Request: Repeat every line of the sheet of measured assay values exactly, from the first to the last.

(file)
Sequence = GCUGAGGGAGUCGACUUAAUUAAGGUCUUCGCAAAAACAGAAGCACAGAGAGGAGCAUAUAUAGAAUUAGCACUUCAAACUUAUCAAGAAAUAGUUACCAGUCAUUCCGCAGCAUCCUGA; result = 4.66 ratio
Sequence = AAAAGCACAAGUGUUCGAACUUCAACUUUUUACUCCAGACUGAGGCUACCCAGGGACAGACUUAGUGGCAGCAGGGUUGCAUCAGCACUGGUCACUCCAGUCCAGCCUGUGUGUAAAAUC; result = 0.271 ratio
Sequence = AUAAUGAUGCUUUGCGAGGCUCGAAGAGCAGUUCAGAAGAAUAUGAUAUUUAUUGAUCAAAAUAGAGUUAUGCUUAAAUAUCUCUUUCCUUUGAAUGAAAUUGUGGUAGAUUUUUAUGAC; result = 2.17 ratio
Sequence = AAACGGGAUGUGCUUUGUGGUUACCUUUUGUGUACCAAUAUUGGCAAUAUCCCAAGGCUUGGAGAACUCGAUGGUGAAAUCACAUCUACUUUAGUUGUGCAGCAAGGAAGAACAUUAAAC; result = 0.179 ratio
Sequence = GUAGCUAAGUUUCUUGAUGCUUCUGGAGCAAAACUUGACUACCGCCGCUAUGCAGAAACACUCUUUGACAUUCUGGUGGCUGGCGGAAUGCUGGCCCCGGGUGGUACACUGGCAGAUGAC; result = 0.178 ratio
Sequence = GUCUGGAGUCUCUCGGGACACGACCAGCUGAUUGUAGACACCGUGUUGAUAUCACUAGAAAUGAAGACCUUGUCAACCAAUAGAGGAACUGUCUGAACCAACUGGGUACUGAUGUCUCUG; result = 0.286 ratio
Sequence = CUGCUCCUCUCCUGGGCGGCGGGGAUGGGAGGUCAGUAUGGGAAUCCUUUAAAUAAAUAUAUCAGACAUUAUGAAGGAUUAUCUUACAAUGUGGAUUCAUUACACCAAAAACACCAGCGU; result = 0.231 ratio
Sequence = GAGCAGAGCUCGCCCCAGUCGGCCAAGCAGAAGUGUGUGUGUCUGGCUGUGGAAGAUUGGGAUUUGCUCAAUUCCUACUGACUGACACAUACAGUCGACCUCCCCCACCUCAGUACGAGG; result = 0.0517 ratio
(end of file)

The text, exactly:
Sequence = GCUGAGGGAGUCGACUUAAUUAAGGUCUUCGCAAAAACAGAAGCACAGAGAGGAGCAUAUAUAGAAUUAGCACUUCAAACUUAUCAAGAAAUAGUUACCAGUCAUUCCGCAGCAUCCUGA; result = 4.66 ratio
Sequence = AAAAGCACAAGUGUUCGAACUUCAACUUUUUACUCCAGACUGAGGCUACCCAGGGACAGACUUAGUGGCAGCAGGGUUGCAUCAGCACUGGUCACUCCAGUCCAGCCUGUGUGUAAAAUC; result = 0.271 ratio
Sequence = AUAAUGAUGCUUUGCGAGGCUCGAAGAGCAGUUCAGAAGAAUAUGAUAUUUAUUGAUCAAAAUAGAGUUAUGCUUAAAUAUCUCUUUCCUUUGAAUGAAAUUGUGGUAGAUUUUUAUGAC; result = 2.17 ratio
Sequence = AAACGGGAUGUGCUUUGUGGUUACCUUUUGUGUACCAAUAUUGGCAAUAUCCCAAGGCUUGGAGAACUCGAUGGUGAAAUCACAUCUACUUUAGUUGUGCAGCAAGGAAGAACAUUAAAC; result = 0.179 ratio
Sequence = GUAGCUAAGUUUCUUGAUGCUUCUGGAGCAAAACUUGACUACCGCCGCUAUGCAGAAACACUCUUUGACAUUCUGGUGGCUGGCGGAAUGCUGGCCCCGGGUGGUACACUGGCAGAUGAC; result = 0.178 ratio
Sequence = GUCUGGAGUCUCUCGGGACACGACCAGCUGAUUGUAGACACCGUGUUGAUAUCACUAGAAAUGAAGACCUUGUCAACCAAUAGAGGAACUGUCUGAACCAACUGGGUACUGAUGUCUCUG; result = 0.286 ratio
Sequence = CUGCUCCUCUCCUGGGCGGCGGGGAUGGGAGGUCAGUAUGGGAAUCCUUUAAAUAAAUAUAUCAGACAUUAUGAAGGAUUAUCUUACAAUGUGGAUUCAUUACACCAAAAACACCAGCGU; result = 0.231 ratio
Sequence = GAGCAGAGCUCGCCCCAGUCGGCCAAGCAGAAGUGUGUGUGUCUGGCUGUGGAAGAUUGGGAUUUGCUCAAUUCCUACUGACUGACACAUACAGUCGACCUCCCCCACCUCAGUACGAGG; result = 0.0517 ratio